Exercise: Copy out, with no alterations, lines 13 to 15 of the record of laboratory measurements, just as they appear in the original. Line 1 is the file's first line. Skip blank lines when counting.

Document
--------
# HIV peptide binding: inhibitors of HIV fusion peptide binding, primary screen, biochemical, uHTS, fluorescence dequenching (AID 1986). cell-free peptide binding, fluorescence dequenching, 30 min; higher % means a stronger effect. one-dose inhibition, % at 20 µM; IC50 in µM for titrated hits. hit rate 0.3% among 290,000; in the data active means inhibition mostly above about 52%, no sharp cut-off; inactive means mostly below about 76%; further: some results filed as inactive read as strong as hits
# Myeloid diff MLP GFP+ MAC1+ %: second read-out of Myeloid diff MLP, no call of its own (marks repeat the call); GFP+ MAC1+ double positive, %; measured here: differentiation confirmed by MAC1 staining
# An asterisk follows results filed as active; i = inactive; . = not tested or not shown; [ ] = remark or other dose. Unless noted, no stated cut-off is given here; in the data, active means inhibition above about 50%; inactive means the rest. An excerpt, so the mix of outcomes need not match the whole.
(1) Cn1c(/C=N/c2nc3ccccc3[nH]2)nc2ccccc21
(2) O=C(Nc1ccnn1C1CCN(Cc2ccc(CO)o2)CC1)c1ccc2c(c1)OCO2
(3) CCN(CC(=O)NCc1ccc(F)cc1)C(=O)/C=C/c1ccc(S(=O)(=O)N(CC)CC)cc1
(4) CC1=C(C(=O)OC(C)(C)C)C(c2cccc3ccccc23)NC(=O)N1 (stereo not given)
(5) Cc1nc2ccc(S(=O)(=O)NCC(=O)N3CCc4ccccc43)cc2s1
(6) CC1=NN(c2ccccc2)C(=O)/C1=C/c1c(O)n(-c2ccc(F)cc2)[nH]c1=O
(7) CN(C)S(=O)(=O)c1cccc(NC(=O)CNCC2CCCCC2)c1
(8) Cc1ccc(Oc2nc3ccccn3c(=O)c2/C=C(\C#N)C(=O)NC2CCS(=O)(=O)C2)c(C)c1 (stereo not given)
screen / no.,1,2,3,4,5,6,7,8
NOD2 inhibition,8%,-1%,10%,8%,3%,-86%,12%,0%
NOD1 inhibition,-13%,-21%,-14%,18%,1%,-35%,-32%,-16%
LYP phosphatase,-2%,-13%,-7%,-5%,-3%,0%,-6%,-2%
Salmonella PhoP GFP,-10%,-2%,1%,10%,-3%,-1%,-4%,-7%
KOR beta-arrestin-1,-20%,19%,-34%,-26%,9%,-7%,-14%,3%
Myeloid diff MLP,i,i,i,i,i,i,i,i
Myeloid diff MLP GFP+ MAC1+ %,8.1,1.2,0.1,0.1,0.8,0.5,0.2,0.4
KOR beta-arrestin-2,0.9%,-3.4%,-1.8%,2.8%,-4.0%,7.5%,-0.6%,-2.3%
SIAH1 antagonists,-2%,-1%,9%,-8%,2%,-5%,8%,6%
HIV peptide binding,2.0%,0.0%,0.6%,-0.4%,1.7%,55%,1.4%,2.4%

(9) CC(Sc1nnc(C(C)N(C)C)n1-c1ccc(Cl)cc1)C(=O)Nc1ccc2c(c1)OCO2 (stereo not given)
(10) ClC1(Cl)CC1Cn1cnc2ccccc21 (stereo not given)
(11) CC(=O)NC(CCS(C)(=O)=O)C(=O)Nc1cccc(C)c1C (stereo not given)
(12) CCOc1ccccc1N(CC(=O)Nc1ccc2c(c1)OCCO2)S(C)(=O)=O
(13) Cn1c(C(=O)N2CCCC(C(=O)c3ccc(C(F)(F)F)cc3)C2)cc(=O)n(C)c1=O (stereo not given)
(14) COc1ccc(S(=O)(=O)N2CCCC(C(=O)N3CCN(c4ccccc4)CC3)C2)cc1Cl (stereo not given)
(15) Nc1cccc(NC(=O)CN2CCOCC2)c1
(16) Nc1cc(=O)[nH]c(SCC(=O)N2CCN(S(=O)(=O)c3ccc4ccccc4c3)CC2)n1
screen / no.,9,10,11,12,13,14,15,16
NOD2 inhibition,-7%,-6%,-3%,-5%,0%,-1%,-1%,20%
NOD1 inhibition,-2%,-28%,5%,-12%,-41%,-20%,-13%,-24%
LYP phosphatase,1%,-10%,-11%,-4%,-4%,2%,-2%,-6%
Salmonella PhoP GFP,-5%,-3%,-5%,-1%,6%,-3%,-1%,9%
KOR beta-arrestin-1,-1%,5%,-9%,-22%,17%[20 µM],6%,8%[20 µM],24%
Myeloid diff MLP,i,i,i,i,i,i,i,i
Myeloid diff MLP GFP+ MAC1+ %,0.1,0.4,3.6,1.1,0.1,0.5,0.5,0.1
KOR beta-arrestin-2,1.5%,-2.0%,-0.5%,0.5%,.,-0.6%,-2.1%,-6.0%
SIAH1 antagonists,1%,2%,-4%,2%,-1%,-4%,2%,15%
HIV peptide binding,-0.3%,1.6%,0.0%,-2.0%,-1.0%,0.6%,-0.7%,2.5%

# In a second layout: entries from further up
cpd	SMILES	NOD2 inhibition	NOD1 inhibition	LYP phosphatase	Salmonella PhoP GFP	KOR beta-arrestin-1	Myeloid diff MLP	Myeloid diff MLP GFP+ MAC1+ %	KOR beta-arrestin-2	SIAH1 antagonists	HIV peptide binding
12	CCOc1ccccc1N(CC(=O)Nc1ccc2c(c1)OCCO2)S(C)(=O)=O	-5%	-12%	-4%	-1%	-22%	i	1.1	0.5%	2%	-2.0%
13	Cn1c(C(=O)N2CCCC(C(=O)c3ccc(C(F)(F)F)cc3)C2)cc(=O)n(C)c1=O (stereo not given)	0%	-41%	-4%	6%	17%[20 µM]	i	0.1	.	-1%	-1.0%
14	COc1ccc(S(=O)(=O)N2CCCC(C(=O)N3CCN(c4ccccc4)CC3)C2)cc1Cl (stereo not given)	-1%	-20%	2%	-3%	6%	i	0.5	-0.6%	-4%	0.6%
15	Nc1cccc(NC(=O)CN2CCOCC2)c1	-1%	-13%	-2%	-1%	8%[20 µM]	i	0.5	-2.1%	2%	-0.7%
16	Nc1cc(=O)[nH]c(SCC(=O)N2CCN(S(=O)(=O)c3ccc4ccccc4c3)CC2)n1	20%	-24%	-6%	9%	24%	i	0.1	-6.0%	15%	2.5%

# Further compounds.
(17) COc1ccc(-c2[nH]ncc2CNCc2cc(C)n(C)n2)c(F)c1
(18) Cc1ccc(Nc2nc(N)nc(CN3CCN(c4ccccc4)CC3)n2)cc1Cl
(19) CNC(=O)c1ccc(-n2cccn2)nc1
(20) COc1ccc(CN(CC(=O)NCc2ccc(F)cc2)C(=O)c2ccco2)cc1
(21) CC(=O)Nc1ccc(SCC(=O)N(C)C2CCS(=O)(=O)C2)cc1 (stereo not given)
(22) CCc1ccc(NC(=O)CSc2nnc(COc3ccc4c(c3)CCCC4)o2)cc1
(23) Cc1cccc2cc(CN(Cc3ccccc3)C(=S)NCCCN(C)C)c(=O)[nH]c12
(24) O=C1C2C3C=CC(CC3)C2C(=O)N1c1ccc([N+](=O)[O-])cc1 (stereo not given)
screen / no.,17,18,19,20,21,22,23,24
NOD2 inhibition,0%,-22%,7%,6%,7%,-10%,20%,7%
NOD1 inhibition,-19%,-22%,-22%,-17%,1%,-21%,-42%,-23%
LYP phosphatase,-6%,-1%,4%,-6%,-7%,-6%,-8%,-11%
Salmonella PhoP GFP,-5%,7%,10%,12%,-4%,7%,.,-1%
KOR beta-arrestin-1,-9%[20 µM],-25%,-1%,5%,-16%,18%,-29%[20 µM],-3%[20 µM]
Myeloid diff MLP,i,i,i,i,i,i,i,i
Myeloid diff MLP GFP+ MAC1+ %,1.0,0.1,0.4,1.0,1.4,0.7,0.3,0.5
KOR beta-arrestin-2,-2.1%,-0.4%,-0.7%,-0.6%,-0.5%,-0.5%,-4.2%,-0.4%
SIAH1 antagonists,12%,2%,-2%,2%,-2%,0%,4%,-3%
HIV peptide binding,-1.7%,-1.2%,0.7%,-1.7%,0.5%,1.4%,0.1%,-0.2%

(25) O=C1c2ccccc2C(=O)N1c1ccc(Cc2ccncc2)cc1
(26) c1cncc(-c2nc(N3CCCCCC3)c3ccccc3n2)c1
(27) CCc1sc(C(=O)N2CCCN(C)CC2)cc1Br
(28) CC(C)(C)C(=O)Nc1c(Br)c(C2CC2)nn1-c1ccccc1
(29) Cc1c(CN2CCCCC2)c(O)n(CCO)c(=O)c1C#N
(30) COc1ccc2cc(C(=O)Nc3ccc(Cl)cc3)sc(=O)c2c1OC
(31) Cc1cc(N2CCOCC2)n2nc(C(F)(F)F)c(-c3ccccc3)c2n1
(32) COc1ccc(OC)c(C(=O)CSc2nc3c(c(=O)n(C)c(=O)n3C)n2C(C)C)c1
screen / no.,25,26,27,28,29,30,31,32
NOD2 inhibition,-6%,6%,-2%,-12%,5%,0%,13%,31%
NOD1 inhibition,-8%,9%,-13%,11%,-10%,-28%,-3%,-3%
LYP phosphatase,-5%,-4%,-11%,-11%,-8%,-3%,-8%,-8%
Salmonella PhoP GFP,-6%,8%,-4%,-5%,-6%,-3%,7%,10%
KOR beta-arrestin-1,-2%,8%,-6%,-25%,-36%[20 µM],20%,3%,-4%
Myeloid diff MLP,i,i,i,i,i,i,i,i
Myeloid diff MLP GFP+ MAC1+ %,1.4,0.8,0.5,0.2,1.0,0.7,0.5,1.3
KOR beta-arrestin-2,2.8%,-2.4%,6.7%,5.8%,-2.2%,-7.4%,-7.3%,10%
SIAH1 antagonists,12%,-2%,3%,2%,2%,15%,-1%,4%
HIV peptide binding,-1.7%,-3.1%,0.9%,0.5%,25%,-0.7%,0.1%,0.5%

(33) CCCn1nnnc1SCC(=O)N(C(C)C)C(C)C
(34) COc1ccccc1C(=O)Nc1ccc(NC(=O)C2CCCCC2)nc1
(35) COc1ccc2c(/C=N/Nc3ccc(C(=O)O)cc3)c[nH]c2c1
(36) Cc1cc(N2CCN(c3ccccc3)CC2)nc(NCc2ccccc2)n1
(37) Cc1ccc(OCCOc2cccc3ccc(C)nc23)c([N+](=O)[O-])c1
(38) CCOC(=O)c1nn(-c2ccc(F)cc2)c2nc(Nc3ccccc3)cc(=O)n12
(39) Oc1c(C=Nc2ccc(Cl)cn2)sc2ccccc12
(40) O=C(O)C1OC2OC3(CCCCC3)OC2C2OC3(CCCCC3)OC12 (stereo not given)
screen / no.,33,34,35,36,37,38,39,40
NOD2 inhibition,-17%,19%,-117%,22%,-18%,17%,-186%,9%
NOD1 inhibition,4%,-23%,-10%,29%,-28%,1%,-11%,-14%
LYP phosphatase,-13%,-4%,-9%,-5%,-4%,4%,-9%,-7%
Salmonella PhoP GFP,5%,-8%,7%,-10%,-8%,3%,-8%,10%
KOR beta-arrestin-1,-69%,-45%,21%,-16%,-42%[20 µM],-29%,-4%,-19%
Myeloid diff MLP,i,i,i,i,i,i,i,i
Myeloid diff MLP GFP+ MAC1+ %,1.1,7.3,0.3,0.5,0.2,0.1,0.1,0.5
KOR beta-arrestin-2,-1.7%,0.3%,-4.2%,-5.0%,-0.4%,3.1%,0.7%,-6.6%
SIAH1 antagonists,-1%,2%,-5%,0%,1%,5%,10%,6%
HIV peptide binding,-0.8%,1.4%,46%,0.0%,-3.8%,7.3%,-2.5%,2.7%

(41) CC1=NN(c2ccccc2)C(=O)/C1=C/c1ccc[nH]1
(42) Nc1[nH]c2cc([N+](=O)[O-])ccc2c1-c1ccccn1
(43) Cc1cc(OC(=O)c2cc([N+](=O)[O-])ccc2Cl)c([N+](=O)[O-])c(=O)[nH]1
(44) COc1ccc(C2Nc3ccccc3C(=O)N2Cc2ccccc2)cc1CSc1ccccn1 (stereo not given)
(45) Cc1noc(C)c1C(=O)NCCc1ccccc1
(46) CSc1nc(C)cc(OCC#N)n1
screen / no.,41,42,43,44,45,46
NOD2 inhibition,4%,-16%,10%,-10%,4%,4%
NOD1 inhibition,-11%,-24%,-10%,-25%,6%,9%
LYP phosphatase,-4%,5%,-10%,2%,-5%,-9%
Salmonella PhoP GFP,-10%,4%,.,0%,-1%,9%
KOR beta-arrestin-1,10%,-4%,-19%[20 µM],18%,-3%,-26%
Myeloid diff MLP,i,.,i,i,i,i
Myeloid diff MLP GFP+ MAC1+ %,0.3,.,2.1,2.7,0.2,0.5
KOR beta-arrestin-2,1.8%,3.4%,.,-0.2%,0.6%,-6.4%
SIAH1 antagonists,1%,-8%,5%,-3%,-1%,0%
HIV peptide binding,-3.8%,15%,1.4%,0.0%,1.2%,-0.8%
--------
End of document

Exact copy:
NOD2 inhibition,8%,-1%,10%,8%,3%,-86%,12%,0%
NOD1 inhibition,-13%,-21%,-14%,18%,1%,-35%,-32%,-16%
LYP phosphatase,-2%,-13%,-7%,-5%,-3%,0%,-6%,-2%